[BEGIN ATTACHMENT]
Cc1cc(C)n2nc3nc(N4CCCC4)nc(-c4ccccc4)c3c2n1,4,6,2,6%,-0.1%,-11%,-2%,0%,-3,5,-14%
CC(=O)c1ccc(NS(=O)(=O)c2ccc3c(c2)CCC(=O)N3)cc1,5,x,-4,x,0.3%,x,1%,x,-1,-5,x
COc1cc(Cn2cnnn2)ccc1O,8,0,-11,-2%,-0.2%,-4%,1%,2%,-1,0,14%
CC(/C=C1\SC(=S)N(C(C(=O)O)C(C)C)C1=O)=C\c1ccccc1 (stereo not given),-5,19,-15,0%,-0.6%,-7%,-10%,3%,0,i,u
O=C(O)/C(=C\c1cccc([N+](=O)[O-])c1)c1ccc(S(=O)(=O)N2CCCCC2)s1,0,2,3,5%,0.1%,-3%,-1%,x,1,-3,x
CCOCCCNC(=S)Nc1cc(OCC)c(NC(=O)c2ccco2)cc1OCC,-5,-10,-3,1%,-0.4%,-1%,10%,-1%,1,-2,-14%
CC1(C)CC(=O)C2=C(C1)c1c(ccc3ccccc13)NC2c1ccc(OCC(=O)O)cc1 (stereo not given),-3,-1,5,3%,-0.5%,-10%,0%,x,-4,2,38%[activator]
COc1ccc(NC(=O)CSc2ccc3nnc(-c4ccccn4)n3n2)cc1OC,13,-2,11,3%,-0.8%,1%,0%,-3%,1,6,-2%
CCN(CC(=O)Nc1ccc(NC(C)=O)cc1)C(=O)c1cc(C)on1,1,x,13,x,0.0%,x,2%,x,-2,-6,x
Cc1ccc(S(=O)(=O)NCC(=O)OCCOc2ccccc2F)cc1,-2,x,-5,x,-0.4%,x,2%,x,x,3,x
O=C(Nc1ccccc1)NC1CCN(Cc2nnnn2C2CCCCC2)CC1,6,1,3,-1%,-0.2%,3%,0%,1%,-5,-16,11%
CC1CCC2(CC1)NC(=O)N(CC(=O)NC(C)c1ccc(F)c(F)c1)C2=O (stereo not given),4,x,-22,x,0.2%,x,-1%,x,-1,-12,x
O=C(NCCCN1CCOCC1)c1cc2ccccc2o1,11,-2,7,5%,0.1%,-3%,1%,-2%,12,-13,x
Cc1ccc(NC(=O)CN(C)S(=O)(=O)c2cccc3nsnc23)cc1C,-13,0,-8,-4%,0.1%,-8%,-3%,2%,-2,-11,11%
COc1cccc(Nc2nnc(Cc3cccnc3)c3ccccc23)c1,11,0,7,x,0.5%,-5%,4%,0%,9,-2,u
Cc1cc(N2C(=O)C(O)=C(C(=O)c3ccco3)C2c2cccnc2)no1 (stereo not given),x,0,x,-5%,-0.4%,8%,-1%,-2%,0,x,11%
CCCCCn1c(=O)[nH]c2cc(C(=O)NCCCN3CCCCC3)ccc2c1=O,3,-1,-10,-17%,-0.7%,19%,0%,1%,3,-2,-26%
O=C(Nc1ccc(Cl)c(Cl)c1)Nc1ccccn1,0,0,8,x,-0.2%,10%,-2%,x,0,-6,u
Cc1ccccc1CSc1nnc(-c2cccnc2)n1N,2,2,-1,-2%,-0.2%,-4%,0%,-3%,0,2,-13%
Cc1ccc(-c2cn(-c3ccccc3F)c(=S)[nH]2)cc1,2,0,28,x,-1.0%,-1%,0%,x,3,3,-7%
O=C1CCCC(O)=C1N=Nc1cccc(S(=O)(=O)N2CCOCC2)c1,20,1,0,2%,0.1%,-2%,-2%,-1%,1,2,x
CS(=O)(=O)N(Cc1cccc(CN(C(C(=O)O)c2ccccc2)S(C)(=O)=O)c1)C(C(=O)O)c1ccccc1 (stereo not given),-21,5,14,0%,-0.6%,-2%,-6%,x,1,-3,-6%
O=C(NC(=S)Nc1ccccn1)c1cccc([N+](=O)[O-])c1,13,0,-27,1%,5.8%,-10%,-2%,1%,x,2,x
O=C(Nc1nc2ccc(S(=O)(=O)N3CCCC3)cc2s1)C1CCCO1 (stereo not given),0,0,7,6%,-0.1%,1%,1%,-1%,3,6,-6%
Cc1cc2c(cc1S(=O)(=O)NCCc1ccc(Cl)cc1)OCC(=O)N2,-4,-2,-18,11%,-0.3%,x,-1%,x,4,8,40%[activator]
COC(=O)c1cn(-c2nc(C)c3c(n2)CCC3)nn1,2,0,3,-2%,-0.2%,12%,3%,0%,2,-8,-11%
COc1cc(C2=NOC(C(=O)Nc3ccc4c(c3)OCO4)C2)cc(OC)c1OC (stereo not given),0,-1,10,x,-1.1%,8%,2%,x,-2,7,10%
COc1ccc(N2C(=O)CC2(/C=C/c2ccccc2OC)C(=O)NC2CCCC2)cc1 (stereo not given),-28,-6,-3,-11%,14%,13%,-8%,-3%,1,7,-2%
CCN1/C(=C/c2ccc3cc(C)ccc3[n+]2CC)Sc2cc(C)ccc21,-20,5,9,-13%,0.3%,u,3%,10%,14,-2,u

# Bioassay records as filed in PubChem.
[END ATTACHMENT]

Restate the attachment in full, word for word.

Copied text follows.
Cc1cc(C)n2nc3nc(N4CCCC4)nc(-c4ccccc4)c3c2n1,4,6,2,6%,-0.1%,-11%,-2%,0%,-3,5,-14%
CC(=O)c1ccc(NS(=O)(=O)c2ccc3c(c2)CCC(=O)N3)cc1,5,x,-4,x,0.3%,x,1%,x,-1,-5,x
COc1cc(Cn2cnnn2)ccc1O,8,0,-11,-2%,-0.2%,-4%,1%,2%,-1,0,14%
CC(/C=C1\SC(=S)N(C(C(=O)O)C(C)C)C1=O)=C\c1ccccc1 (stereo not given),-5,19,-15,0%,-0.6%,-7%,-10%,3%,0,i,u
O=C(O)/C(=C\c1cccc([N+](=O)[O-])c1)c1ccc(S(=O)(=O)N2CCCCC2)s1,0,2,3,5%,0.1%,-3%,-1%,x,1,-3,x
CCOCCCNC(=S)Nc1cc(OCC)c(NC(=O)c2ccco2)cc1OCC,-5,-10,-3,1%,-0.4%,-1%,10%,-1%,1,-2,-14%
CC1(C)CC(=O)C2=C(C1)c1c(ccc3ccccc13)NC2c1ccc(OCC(=O)O)cc1 (stereo not given),-3,-1,5,3%,-0.5%,-10%,0%,x,-4,2,38%[activator]
COc1ccc(NC(=O)CSc2ccc3nnc(-c4ccccn4)n3n2)cc1OC,13,-2,11,3%,-0.8%,1%,0%,-3%,1,6,-2%
CCN(CC(=O)Nc1ccc(NC(C)=O)cc1)C(=O)c1cc(C)on1,1,x,13,x,0.0%,x,2%,x,-2,-6,x
Cc1ccc(S(=O)(=O)NCC(=O)OCCOc2ccccc2F)cc1,-2,x,-5,x,-0.4%,x,2%,x,x,3,x
O=C(Nc1ccccc1)NC1CCN(Cc2nnnn2C2CCCCC2)CC1,6,1,3,-1%,-0.2%,3%,0%,1%,-5,-16,11%
CC1CCC2(CC1)NC(=O)N(CC(=O)NC(C)c1ccc(F)c(F)c1)C2=O (stereo not given),4,x,-22,x,0.2%,x,-1%,x,-1,-12,x
O=C(NCCCN1CCOCC1)c1cc2ccccc2o1,11,-2,7,5%,0.1%,-3%,1%,-2%,12,-13,x
Cc1ccc(NC(=O)CN(C)S(=O)(=O)c2cccc3nsnc23)cc1C,-13,0,-8,-4%,0.1%,-8%,-3%,2%,-2,-11,11%
COc1cccc(Nc2nnc(Cc3cccnc3)c3ccccc23)c1,11,0,7,x,0.5%,-5%,4%,0%,9,-2,u
Cc1cc(N2C(=O)C(O)=C(C(=O)c3ccco3)C2c2cccnc2)no1 (stereo not given),x,0,x,-5%,-0.4%,8%,-1%,-2%,0,x,11%
CCCCCn1c(=O)[nH]c2cc(C(=O)NCCCN3CCCCC3)ccc2c1=O,3,-1,-10,-17%,-0.7%,19%,0%,1%,3,-2,-26%
O=C(Nc1ccc(Cl)c(Cl)c1)Nc1ccccn1,0,0,8,x,-0.2%,10%,-2%,x,0,-6,u
Cc1ccccc1CSc1nnc(-c2cccnc2)n1N,2,2,-1,-2%,-0.2%,-4%,0%,-3%,0,2,-13%
Cc1ccc(-c2cn(-c3ccccc3F)c(=S)[nH]2)cc1,2,0,28,x,-1.0%,-1%,0%,x,3,3,-7%
O=C1CCCC(O)=C1N=Nc1cccc(S(=O)(=O)N2CCOCC2)c1,20,1,0,2%,0.1%,-2%,-2%,-1%,1,2,x
CS(=O)(=O)N(Cc1cccc(CN(C(C(=O)O)c2ccccc2)S(C)(=O)=O)c1)C(C(=O)O)c1ccccc1 (stereo not given),-21,5,14,0%,-0.6%,-2%,-6%,x,1,-3,-6%
O=C(NC(=S)Nc1ccccn1)c1cccc([N+](=O)[O-])c1,13,0,-27,1%,5.8%,-10%,-2%,1%,x,2,x
O=C(Nc1nc2ccc(S(=O)(=O)N3CCCC3)cc2s1)C1CCCO1 (stereo not given),0,0,7,6%,-0.1%,1%,1%,-1%,3,6,-6%
Cc1cc2c(cc1S(=O)(=O)NCCc1ccc(Cl)cc1)OCC(=O)N2,-4,-2,-18,11%,-0.3%,x,-1%,x,4,8,40%[activator]
COC(=O)c1cn(-c2nc(C)c3c(n2)CCC3)nn1,2,0,3,-2%,-0.2%,12%,3%,0%,2,-8,-11%
COc1cc(C2=NOC(C(=O)Nc3ccc4c(c3)OCO4)C2)cc(OC)c1OC (stereo not given),0,-1,10,x,-1.1%,8%,2%,x,-2,7,10%
COc1ccc(N2C(=O)CC2(/C=C/c2ccccc2OC)C(=O)NC2CCCC2)cc1 (stereo not given),-28,-6,-3,-11%,14%,13%,-8%,-3%,1,7,-2%
CCN1/C(=C/c2ccc3cc(C)ccc3[n+]2CC)Sc2cc(C)ccc21,-20,5,9,-13%,0.3%,u,3%,10%,14,-2,u

# Bioassay records as filed in PubChem.